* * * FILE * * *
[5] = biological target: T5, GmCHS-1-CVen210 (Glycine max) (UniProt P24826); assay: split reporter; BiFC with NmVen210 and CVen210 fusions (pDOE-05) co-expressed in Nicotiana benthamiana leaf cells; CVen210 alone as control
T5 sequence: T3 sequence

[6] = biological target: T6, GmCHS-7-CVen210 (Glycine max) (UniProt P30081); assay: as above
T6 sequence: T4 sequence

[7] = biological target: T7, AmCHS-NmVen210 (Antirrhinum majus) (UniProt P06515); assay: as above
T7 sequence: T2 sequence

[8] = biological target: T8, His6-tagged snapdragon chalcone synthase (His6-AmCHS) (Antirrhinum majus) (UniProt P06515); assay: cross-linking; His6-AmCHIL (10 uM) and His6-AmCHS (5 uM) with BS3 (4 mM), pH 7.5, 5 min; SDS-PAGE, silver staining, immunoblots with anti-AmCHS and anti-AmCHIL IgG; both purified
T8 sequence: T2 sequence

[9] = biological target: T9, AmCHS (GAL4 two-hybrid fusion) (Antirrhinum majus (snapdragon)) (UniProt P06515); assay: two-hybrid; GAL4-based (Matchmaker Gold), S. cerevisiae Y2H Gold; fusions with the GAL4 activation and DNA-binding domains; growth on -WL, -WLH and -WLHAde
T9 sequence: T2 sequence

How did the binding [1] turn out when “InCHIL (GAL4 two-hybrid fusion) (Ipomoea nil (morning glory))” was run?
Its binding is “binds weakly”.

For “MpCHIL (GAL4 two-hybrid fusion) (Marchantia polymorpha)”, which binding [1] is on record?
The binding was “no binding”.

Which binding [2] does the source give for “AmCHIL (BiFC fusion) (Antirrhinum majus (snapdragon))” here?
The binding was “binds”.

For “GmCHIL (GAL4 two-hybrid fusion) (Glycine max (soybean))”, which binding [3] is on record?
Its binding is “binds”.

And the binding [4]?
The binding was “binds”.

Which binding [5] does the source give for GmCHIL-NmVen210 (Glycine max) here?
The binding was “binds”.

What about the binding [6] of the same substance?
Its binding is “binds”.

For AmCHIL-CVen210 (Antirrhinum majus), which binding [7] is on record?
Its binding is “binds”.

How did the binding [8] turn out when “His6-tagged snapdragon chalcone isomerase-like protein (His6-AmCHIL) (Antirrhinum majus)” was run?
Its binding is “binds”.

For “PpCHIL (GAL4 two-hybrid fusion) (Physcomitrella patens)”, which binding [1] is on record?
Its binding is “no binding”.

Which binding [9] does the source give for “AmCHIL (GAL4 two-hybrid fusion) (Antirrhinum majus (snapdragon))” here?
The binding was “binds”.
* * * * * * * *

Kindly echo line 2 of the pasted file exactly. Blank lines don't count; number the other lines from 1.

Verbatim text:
T5 sequence: T3 sequence